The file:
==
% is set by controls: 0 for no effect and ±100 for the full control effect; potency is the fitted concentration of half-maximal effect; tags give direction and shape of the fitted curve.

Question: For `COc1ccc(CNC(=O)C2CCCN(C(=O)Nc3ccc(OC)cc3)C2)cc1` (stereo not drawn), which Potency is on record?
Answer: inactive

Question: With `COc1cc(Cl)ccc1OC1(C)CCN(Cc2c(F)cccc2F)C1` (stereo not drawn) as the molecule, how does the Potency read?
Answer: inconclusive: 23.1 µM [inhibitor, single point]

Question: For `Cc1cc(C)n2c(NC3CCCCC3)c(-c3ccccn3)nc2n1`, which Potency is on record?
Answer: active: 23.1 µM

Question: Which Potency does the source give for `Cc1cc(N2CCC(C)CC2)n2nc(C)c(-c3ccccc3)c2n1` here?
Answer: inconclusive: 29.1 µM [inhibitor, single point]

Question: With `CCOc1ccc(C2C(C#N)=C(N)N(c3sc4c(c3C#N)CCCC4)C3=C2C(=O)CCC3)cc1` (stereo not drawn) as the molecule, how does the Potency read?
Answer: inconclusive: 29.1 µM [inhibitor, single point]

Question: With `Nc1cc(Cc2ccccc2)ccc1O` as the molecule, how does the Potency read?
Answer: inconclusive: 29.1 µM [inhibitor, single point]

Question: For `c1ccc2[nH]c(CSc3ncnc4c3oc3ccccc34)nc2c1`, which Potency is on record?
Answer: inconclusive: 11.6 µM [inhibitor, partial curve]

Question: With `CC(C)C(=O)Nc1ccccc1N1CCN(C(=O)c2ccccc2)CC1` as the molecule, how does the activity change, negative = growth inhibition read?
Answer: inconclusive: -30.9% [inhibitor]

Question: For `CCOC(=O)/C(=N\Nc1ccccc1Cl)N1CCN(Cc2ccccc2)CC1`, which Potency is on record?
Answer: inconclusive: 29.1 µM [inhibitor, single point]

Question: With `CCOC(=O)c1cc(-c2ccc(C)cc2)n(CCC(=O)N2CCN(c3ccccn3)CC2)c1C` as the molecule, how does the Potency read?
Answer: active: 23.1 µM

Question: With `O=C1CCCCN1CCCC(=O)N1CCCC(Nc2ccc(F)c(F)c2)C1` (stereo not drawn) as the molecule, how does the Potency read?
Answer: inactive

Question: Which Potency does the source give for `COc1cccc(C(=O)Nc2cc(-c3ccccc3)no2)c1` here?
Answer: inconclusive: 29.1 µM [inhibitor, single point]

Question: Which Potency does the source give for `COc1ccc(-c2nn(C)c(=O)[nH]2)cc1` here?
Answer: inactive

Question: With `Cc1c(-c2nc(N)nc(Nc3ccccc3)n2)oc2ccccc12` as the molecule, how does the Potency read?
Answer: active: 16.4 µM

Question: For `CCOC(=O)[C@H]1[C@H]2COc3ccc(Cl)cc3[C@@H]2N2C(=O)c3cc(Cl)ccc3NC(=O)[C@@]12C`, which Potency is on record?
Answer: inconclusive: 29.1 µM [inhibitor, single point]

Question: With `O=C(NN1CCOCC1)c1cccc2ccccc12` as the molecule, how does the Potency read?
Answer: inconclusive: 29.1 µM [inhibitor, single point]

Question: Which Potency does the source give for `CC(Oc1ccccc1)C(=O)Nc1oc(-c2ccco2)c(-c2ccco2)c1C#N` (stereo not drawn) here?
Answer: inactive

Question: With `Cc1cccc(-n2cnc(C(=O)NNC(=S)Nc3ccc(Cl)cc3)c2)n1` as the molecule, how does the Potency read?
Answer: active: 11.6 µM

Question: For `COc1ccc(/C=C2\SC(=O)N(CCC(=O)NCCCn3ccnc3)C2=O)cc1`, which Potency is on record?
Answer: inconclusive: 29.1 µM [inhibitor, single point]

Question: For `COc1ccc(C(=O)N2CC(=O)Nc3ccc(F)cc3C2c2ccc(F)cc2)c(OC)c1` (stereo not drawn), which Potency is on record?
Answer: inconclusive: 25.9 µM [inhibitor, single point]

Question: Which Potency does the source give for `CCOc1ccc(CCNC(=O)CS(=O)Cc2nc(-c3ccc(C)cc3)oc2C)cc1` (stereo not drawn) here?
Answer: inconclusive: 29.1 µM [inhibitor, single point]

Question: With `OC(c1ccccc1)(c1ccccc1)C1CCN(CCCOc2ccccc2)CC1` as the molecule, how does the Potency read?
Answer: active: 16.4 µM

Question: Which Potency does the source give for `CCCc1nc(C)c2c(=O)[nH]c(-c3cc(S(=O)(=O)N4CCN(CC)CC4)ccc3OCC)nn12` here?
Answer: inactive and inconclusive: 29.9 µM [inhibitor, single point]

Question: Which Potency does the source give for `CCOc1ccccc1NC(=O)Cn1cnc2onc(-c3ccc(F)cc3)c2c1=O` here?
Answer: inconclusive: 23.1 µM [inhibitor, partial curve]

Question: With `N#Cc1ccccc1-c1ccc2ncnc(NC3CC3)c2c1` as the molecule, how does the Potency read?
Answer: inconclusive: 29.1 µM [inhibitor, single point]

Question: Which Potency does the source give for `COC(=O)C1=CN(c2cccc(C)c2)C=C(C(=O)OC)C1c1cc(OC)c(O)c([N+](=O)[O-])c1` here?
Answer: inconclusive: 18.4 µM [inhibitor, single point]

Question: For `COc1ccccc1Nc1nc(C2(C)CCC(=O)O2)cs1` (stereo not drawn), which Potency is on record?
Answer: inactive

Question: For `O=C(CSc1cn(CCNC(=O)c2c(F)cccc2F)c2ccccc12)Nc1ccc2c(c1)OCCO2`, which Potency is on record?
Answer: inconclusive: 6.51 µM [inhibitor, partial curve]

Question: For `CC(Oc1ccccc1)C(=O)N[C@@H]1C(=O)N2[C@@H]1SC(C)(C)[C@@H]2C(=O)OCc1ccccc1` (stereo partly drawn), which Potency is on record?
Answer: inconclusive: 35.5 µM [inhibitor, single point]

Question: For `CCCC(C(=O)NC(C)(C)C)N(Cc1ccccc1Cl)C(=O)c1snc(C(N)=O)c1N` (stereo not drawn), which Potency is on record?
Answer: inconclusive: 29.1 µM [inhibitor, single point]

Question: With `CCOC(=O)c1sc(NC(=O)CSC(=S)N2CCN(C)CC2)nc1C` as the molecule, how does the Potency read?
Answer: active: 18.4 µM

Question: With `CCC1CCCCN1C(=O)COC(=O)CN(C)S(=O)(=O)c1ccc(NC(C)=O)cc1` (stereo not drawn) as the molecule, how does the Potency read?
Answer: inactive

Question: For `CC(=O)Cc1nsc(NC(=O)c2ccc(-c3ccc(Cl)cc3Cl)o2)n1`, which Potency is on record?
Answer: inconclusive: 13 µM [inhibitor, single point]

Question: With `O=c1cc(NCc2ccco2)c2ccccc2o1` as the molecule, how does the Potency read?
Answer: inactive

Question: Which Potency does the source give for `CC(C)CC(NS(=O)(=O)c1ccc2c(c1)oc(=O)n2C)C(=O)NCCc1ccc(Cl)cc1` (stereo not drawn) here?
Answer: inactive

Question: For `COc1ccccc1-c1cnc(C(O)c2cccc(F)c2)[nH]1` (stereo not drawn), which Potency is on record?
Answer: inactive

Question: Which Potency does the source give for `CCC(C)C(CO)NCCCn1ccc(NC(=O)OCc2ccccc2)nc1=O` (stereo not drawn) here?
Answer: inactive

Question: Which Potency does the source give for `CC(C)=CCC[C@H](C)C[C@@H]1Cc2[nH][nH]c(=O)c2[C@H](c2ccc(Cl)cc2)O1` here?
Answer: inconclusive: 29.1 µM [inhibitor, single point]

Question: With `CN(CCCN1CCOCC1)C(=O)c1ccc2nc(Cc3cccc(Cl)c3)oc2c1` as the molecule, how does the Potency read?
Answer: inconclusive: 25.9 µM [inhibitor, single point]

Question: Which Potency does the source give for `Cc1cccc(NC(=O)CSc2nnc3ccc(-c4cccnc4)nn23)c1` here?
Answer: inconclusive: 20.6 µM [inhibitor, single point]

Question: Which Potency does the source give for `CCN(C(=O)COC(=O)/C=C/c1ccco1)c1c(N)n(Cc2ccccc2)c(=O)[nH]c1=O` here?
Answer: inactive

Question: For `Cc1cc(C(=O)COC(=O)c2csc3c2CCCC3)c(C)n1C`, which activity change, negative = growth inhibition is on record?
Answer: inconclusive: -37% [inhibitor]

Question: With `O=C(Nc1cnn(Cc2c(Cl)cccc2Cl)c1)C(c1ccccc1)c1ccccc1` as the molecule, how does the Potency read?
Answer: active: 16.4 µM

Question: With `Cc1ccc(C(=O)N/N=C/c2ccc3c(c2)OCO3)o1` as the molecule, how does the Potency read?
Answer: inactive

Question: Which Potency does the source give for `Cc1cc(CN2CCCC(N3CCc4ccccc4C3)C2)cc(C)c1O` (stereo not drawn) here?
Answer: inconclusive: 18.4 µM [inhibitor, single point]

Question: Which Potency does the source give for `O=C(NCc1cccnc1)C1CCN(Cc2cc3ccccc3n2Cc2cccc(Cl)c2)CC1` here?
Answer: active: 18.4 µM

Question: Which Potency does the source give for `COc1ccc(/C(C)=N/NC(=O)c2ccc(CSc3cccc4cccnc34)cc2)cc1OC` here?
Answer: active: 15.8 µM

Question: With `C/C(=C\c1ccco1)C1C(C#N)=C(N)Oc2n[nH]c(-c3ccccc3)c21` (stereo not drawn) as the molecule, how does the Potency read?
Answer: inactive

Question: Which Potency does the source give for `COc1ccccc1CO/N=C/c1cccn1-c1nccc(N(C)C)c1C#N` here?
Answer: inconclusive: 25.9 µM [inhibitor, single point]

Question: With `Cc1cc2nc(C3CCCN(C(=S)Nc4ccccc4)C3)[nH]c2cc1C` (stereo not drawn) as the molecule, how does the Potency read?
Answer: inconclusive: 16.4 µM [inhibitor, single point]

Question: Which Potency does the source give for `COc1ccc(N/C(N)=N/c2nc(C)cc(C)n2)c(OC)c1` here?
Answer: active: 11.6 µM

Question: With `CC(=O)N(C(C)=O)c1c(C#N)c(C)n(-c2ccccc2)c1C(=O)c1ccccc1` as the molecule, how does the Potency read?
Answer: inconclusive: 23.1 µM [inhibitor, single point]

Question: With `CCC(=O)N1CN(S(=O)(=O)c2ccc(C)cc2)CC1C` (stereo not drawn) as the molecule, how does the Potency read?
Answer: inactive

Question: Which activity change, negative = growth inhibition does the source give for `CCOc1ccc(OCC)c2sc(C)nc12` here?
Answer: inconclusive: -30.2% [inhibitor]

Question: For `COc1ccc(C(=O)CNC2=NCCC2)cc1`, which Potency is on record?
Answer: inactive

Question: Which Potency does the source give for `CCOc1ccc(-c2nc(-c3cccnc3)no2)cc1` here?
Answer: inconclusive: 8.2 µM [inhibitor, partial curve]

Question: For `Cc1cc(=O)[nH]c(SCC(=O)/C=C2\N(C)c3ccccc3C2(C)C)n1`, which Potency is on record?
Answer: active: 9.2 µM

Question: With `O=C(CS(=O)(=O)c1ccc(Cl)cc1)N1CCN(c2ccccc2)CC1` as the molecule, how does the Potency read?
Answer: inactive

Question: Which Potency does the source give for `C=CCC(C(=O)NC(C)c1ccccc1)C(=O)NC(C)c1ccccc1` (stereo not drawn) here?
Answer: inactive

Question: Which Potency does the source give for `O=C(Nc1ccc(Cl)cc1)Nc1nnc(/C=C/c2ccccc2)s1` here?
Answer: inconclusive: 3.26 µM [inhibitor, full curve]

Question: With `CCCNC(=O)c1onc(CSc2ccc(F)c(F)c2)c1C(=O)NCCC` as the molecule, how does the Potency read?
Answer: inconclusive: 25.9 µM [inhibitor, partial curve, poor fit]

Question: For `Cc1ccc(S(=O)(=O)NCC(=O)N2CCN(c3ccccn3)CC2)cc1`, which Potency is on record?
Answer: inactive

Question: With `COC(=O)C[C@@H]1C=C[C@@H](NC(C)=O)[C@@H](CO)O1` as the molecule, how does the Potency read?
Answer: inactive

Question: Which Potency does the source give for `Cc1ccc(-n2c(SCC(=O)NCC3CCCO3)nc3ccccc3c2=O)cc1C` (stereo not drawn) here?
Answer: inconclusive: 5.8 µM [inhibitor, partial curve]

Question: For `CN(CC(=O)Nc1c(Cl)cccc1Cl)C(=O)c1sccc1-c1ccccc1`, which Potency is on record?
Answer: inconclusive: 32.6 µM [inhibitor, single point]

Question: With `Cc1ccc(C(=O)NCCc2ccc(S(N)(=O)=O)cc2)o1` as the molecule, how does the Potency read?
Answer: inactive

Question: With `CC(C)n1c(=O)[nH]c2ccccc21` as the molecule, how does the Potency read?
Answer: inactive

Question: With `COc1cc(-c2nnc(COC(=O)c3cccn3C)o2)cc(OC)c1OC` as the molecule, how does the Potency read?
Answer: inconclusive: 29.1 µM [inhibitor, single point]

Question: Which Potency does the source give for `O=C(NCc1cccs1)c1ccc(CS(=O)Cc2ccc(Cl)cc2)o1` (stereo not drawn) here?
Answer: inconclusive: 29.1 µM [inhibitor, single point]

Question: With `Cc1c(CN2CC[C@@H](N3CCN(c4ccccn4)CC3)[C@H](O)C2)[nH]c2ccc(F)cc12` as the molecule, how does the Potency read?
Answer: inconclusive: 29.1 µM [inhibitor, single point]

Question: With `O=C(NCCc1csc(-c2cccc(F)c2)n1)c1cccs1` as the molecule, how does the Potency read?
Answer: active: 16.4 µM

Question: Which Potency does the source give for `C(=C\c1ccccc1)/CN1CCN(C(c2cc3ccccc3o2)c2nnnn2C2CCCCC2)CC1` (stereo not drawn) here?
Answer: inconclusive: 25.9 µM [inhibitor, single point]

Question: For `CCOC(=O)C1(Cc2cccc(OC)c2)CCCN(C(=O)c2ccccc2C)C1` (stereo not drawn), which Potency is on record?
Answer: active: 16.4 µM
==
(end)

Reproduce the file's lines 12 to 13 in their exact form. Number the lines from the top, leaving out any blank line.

Question: With `Nc1cc(Cc2ccccc2)ccc1O` as the molecule, how does the Potency read?
Answer: inconclusive: 29.1 µM [inhibitor, single point]